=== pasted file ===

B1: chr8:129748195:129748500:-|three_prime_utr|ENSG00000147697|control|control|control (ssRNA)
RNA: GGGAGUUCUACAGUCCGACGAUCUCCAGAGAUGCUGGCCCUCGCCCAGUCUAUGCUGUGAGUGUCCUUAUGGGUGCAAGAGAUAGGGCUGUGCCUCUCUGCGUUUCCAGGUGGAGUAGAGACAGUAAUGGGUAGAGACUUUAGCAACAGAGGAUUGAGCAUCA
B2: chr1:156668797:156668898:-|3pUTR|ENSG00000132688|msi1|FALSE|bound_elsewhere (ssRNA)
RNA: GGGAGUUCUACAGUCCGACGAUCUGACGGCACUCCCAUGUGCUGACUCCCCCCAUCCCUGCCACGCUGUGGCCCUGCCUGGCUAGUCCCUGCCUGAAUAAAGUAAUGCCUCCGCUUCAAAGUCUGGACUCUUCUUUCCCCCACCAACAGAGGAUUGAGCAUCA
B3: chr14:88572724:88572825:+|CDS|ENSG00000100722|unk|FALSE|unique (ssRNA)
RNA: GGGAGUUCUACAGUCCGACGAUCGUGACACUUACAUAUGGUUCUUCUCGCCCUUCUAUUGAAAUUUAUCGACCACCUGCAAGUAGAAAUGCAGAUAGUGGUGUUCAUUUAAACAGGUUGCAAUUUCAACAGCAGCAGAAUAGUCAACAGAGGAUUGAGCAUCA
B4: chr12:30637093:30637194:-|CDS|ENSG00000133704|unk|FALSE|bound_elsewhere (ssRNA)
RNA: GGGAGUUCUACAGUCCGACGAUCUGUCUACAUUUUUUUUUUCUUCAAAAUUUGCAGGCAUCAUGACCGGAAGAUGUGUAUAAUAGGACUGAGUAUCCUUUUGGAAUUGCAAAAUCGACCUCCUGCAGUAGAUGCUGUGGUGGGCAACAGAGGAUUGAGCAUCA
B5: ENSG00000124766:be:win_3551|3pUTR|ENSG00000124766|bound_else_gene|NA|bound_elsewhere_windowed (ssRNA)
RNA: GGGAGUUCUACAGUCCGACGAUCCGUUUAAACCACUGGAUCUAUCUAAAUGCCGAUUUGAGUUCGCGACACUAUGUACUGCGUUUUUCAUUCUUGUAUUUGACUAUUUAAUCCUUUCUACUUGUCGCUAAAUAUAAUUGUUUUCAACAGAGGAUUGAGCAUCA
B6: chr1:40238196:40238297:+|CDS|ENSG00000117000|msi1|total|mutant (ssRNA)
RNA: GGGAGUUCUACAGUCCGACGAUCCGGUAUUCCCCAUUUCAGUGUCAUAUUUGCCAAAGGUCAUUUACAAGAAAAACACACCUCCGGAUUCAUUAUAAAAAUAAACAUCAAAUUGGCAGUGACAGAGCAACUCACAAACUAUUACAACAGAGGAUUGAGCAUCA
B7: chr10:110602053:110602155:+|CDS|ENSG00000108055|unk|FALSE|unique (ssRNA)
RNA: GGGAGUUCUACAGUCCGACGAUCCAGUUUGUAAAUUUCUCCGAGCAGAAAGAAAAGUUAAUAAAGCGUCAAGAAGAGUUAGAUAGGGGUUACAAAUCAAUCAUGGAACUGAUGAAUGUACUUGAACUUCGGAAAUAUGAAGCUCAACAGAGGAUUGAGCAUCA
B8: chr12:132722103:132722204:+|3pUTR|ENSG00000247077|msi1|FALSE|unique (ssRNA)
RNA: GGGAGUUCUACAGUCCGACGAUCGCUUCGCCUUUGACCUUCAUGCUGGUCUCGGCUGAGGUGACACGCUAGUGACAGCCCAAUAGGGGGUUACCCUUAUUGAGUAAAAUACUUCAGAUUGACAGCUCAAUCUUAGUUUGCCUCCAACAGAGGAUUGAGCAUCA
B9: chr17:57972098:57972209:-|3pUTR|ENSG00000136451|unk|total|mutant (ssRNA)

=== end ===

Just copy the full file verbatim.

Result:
B1: chr8:129748195:129748500:-|three_prime_utr|ENSG00000147697|control|control|control (ssRNA)
RNA: GGGAGUUCUACAGUCCGACGAUCUCCAGAGAUGCUGGCCCUCGCCCAGUCUAUGCUGUGAGUGUCCUUAUGGGUGCAAGAGAUAGGGCUGUGCCUCUCUGCGUUUCCAGGUGGAGUAGAGACAGUAAUGGGUAGAGACUUUAGCAACAGAGGAUUGAGCAUCA
B2: chr1:156668797:156668898:-|3pUTR|ENSG00000132688|msi1|FALSE|bound_elsewhere (ssRNA)
RNA: GGGAGUUCUACAGUCCGACGAUCUGACGGCACUCCCAUGUGCUGACUCCCCCCAUCCCUGCCACGCUGUGGCCCUGCCUGGCUAGUCCCUGCCUGAAUAAAGUAAUGCCUCCGCUUCAAAGUCUGGACUCUUCUUUCCCCCACCAACAGAGGAUUGAGCAUCA
B3: chr14:88572724:88572825:+|CDS|ENSG00000100722|unk|FALSE|unique (ssRNA)
RNA: GGGAGUUCUACAGUCCGACGAUCGUGACACUUACAUAUGGUUCUUCUCGCCCUUCUAUUGAAAUUUAUCGACCACCUGCAAGUAGAAAUGCAGAUAGUGGUGUUCAUUUAAACAGGUUGCAAUUUCAACAGCAGCAGAAUAGUCAACAGAGGAUUGAGCAUCA
B4: chr12:30637093:30637194:-|CDS|ENSG00000133704|unk|FALSE|bound_elsewhere (ssRNA)
RNA: GGGAGUUCUACAGUCCGACGAUCUGUCUACAUUUUUUUUUUCUUCAAAAUUUGCAGGCAUCAUGACCGGAAGAUGUGUAUAAUAGGACUGAGUAUCCUUUUGGAAUUGCAAAAUCGACCUCCUGCAGUAGAUGCUGUGGUGGGCAACAGAGGAUUGAGCAUCA
B5: ENSG00000124766:be:win_3551|3pUTR|ENSG00000124766|bound_else_gene|NA|bound_elsewhere_windowed (ssRNA)
RNA: GGGAGUUCUACAGUCCGACGAUCCGUUUAAACCACUGGAUCUAUCUAAAUGCCGAUUUGAGUUCGCGACACUAUGUACUGCGUUUUUCAUUCUUGUAUUUGACUAUUUAAUCCUUUCUACUUGUCGCUAAAUAUAAUUGUUUUCAACAGAGGAUUGAGCAUCA
B6: chr1:40238196:40238297:+|CDS|ENSG00000117000|msi1|total|mutant (ssRNA)
RNA: GGGAGUUCUACAGUCCGACGAUCCGGUAUUCCCCAUUUCAGUGUCAUAUUUGCCAAAGGUCAUUUACAAGAAAAACACACCUCCGGAUUCAUUAUAAAAAUAAACAUCAAAUUGGCAGUGACAGAGCAACUCACAAACUAUUACAACAGAGGAUUGAGCAUCA
B7: chr10:110602053:110602155:+|CDS|ENSG00000108055|unk|FALSE|unique (ssRNA)
RNA: GGGAGUUCUACAGUCCGACGAUCCAGUUUGUAAAUUUCUCCGAGCAGAAAGAAAAGUUAAUAAAGCGUCAAGAAGAGUUAGAUAGGGGUUACAAAUCAAUCAUGGAACUGAUGAAUGUACUUGAACUUCGGAAAUAUGAAGCUCAACAGAGGAUUGAGCAUCA
B8: chr12:132722103:132722204:+|3pUTR|ENSG00000247077|msi1|FALSE|unique (ssRNA)
RNA: GGGAGUUCUACAGUCCGACGAUCGCUUCGCCUUUGACCUUCAUGCUGGUCUCGGCUGAGGUGACACGCUAGUGACAGCCCAAUAGGGGGUUACCCUUAUUGAGUAAAAUACUUCAGAUUGACAGCUCAAUCUUAGUUUGCCUCCAACAGAGGAUUGAGCAUCA
B9: chr17:57972098:57972209:-|3pUTR|ENSG00000136451|unk|total|mutant (ssRNA)